Performance, Availability, and Scalability in Open Networking Platforms for Internet Services
Time: Fri 2021-09-03 13.00
Location: zoom link for online defense (English)
Subject area: Information and Communication Technology
Doctoral student: Voravit Tanyingyong , Kommunikationssystem, CoS
Opponent: Professor Raimo Kantola, Aalto University
Supervisor: Associate Professor Peter Sjödin, Kommunikationssystem, CoS; Markus Hidell, Kommunikationssystem, CoS
Advancement in technologies brings about new demands and services. In parallel, modern commodity off-the-shelf (COTS) hardware has become very capable yet affordable. It is often used in combination with Free/Libre and Open Source Software (FLOSS) to build open networking platforms, which offer alternatives to commercial network devices.
In this thesis, we study open networking platforms for Internet services in different use cases. We focus on different aspects of the quality of Internet services in three classes of network devices, including performance aspects in high-end network devices for access networks in the context of software-defined networking (SDN), availability aspects in mid-range network devices for home networks in the context of healthcare services, and scalability aspects in low-end network devices for the Internet of Things (IoT).
For the performance aspect in an SDN context, we design, implement, and evaluate open networking platforms with an OpenFlow forwarding engine. Our architecture utilizes the hardware classification on a network interface card (NIC) to improve OpenFlow lookup performance. Moreover, we devise a strategy to utilize multi-core architecture to extend our open networking platform to perform other tasks beyond solely routing.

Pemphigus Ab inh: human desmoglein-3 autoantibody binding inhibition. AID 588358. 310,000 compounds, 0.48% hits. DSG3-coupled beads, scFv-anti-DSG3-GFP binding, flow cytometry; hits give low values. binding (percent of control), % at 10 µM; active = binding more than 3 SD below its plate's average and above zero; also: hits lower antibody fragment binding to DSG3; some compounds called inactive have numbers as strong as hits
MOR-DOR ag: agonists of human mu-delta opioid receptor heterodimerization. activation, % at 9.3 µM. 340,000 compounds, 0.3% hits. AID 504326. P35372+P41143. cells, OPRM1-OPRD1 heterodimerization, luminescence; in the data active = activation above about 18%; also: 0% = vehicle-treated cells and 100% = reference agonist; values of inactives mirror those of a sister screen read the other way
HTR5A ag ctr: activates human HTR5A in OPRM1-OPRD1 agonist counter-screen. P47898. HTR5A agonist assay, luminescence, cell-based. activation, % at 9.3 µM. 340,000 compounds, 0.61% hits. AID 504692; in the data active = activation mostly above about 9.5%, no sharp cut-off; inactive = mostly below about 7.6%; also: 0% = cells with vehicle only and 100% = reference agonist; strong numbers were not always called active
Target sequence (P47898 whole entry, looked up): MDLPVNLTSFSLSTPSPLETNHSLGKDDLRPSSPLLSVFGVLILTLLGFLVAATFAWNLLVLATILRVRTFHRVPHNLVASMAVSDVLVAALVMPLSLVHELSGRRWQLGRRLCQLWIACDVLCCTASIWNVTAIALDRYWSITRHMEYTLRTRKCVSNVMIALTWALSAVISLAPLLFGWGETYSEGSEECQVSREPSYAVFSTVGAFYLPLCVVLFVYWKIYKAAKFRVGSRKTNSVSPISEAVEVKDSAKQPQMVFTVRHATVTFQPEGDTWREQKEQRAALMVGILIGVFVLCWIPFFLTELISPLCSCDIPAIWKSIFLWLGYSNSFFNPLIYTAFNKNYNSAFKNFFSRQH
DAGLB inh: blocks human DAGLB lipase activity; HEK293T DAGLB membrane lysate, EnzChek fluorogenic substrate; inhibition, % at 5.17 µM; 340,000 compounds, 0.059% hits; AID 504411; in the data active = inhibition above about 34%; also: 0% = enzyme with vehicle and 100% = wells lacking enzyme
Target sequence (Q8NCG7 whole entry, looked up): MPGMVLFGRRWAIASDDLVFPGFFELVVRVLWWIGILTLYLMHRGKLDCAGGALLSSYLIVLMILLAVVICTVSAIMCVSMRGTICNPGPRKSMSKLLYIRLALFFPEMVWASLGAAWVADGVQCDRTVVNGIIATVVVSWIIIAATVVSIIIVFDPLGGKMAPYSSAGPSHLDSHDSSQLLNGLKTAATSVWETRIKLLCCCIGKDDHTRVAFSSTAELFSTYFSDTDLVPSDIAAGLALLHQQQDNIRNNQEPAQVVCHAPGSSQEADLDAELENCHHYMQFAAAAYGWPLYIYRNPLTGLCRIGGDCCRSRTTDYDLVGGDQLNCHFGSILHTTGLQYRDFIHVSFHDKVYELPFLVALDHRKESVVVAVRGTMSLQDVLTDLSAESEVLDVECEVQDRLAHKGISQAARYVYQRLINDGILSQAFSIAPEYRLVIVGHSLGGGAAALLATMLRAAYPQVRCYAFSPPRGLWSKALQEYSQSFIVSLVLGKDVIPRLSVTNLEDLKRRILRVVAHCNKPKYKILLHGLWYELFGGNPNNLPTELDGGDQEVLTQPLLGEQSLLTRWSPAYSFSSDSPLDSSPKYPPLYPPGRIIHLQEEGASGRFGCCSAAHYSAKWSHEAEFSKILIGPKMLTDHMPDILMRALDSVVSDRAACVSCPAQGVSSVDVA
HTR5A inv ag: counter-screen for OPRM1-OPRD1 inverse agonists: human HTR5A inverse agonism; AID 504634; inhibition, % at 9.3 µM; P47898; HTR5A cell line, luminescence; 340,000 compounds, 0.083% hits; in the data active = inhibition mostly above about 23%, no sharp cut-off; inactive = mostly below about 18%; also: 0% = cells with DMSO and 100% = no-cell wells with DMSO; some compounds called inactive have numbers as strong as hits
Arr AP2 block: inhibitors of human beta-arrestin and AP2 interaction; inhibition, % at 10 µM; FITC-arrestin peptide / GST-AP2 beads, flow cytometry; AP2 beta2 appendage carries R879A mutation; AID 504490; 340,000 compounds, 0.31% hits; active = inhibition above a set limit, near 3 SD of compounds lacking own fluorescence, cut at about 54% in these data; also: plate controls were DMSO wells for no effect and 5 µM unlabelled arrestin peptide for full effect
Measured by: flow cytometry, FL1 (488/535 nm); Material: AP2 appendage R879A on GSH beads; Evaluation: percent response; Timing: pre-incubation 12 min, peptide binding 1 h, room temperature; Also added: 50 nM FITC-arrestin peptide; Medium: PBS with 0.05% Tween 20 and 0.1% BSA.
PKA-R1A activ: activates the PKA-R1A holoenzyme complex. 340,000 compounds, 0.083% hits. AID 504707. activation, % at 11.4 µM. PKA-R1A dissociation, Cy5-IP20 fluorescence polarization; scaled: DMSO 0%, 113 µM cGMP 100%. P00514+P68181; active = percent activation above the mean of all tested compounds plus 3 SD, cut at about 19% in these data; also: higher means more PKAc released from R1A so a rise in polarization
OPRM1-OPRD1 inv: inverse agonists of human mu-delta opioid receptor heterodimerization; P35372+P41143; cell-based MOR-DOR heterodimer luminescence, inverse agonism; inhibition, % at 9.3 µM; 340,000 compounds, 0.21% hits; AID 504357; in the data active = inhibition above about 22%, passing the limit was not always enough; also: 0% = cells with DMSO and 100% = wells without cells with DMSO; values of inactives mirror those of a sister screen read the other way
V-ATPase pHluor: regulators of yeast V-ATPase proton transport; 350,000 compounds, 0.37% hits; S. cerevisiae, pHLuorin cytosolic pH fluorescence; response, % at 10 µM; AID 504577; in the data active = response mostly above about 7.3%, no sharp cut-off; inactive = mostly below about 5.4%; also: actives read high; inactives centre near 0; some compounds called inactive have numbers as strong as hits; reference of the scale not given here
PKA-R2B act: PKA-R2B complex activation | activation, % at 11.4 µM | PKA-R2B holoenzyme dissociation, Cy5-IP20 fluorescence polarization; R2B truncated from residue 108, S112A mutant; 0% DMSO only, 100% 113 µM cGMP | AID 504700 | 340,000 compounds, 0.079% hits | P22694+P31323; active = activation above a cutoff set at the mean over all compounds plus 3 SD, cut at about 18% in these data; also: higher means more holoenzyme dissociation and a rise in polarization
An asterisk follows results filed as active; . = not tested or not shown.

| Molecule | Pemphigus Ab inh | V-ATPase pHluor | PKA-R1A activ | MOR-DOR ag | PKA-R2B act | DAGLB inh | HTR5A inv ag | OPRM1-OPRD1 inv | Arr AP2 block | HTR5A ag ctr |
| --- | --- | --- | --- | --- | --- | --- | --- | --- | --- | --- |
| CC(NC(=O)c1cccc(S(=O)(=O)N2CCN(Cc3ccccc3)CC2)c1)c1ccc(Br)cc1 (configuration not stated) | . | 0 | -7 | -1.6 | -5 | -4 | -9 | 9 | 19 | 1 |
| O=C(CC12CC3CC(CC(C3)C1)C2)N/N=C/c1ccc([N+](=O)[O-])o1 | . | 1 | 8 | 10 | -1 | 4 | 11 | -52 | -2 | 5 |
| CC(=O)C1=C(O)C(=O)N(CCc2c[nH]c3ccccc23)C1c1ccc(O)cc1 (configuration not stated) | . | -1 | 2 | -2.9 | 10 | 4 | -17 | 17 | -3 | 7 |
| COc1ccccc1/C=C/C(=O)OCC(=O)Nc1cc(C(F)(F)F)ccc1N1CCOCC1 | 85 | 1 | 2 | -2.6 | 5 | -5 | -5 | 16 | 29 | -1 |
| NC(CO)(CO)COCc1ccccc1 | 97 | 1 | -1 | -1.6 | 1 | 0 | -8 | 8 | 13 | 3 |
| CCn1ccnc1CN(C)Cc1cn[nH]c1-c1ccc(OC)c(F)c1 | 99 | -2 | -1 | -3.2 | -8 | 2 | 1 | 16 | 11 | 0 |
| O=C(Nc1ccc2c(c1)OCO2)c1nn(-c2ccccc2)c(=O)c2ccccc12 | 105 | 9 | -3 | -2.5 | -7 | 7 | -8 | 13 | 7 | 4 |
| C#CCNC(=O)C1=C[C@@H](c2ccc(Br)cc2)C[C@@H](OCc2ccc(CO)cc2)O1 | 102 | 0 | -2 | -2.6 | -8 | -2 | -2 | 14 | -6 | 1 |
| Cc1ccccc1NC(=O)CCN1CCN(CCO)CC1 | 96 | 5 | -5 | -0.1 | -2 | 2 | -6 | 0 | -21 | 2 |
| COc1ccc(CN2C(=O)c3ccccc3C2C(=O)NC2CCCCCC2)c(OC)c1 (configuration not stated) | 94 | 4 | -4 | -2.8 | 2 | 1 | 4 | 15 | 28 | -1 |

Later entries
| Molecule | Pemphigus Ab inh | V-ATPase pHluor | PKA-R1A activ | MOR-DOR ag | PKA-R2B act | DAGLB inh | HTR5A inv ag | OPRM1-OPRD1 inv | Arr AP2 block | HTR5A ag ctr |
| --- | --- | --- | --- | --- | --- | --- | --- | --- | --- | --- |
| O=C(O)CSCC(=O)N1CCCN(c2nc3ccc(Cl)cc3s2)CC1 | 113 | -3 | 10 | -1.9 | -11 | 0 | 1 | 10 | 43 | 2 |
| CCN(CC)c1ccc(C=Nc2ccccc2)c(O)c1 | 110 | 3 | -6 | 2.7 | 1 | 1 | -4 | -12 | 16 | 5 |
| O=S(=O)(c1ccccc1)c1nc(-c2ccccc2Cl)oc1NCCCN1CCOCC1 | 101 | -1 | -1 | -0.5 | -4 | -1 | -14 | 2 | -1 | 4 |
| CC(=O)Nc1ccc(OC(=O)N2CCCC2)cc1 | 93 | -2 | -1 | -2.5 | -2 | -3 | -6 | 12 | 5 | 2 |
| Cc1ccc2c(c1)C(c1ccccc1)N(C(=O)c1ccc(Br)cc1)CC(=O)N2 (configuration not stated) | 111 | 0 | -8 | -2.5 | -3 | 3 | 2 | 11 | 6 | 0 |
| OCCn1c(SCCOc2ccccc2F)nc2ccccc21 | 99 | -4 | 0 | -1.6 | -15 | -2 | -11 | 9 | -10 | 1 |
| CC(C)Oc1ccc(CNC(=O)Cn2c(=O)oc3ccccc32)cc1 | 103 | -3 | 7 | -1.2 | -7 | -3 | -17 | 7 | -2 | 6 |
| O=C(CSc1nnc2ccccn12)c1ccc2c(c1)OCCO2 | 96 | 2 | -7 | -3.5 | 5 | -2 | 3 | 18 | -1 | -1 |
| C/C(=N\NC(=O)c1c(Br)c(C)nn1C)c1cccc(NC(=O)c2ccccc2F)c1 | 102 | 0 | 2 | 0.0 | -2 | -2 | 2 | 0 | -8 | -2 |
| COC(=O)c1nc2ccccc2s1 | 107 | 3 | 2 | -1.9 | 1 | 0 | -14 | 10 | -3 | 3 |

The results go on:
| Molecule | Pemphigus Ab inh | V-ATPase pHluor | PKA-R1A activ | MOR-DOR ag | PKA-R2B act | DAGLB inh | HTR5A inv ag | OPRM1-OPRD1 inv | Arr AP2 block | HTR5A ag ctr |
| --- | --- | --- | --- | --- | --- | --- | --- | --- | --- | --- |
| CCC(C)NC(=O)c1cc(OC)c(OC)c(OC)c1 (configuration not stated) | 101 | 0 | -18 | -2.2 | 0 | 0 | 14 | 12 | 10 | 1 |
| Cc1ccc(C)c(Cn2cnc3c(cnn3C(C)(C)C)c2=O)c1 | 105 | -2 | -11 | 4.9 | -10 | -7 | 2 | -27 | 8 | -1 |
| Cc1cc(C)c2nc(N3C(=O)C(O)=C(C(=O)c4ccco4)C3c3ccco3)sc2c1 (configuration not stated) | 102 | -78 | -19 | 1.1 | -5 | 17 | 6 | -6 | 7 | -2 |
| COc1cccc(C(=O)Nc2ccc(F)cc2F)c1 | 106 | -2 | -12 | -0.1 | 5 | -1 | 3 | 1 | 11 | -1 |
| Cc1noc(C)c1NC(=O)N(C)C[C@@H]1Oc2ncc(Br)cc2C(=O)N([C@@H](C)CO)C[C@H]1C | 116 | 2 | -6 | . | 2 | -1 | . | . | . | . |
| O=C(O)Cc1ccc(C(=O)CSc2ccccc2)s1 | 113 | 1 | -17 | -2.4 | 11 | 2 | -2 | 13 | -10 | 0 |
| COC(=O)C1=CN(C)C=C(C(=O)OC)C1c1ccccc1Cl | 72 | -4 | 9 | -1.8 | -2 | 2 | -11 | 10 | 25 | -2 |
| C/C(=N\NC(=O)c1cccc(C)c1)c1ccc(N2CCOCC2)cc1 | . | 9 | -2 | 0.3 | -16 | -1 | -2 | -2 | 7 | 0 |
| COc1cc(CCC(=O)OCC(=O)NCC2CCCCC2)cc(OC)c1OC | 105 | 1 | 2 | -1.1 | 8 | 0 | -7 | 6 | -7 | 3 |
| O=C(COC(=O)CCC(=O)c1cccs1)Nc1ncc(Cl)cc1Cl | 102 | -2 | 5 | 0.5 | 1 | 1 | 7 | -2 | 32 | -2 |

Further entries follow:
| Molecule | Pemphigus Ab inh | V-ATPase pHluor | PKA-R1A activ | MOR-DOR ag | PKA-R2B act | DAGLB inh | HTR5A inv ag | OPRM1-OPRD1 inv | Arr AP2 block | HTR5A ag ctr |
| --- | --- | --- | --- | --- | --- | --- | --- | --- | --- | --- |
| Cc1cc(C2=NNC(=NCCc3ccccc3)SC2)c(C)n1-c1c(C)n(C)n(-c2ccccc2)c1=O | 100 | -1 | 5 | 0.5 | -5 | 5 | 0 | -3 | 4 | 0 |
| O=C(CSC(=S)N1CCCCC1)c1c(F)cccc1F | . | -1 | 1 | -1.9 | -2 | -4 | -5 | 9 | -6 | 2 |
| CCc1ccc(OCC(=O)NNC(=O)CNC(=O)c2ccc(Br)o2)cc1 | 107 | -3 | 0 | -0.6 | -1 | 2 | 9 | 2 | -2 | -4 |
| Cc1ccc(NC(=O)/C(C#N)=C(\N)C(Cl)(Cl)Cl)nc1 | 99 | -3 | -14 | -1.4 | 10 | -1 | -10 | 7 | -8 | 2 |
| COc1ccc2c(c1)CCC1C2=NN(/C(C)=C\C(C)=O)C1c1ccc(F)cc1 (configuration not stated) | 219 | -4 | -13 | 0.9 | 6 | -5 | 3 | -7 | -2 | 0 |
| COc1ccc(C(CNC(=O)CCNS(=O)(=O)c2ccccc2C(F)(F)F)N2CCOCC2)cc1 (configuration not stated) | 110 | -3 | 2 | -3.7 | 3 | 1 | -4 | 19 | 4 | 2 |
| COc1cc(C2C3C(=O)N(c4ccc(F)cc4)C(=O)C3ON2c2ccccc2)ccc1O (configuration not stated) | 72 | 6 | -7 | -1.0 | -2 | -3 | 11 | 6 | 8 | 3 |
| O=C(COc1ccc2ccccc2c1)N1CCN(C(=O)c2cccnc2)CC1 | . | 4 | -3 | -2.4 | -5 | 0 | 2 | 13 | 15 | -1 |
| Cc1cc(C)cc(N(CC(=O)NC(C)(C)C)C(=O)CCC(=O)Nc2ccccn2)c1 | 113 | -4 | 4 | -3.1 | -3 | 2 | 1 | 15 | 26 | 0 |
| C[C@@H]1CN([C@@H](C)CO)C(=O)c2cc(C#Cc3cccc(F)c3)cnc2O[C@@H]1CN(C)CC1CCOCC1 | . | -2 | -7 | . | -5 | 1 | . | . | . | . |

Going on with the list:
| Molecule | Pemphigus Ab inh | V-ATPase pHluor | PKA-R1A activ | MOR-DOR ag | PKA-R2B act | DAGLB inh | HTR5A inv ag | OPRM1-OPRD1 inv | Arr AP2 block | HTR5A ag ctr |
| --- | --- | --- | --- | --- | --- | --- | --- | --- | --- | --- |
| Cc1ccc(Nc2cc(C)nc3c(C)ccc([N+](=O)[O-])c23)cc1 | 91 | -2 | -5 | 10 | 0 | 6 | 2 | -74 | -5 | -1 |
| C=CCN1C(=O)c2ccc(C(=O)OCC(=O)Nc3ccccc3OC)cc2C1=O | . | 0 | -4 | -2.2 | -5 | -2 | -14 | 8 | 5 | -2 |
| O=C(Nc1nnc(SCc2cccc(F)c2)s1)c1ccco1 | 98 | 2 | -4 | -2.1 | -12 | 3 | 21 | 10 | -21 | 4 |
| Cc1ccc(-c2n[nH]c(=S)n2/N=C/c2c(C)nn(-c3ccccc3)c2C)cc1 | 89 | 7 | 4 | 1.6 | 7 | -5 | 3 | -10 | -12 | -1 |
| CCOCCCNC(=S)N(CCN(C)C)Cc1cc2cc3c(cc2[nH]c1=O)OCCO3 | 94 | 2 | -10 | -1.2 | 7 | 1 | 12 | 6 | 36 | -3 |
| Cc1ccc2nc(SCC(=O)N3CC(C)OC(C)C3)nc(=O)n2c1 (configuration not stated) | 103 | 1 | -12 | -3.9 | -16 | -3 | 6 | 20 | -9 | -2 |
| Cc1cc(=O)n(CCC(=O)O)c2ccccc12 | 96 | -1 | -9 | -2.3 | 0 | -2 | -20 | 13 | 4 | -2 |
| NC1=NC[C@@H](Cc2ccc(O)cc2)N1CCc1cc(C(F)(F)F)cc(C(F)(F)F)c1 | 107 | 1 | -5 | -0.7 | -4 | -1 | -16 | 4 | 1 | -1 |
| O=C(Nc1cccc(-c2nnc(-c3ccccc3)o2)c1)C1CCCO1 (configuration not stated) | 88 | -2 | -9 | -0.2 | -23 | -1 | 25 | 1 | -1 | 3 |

For the availability aspect in a healthcare context, we combine mission critical healthcare services with a traditional residential gateway. Our mechanism to enhance availability utilizes the bidirectional forwarding detection (BFD) protocol to enable redundancy with fast failover and dedicated system resources to provide performance isolation for BFD control messages.
We consider the scalability aspect for IoT in two scenarios, namely IoT actuation in a smart grid context and IoT sensing in a smart city context. For IoT actuation, we introduce IoT-grid, a programmable small-scale, DC power grid that utilizes embedded IoT technology to enable remote control and monitoring functions. We observe that IoT-enabled grid components have long processing delays and, thus, propose a mechanism to improve the scalability based on sending a burst of requests with scheduled responses.
For IoT sensing, we design and develop an IoT-based air quality monitoring testbed that offers reliable data delivery. Moreover, we propose dynamic sinks, sensor nodes that can serve as on-demand sinks, to improve the scalability of IoT sensing systems while maintaining low energy consumption.
These use cases demonstrate that open networking platforms can meet service quality demands for various applications and offer viable alternatives to commercial network devices.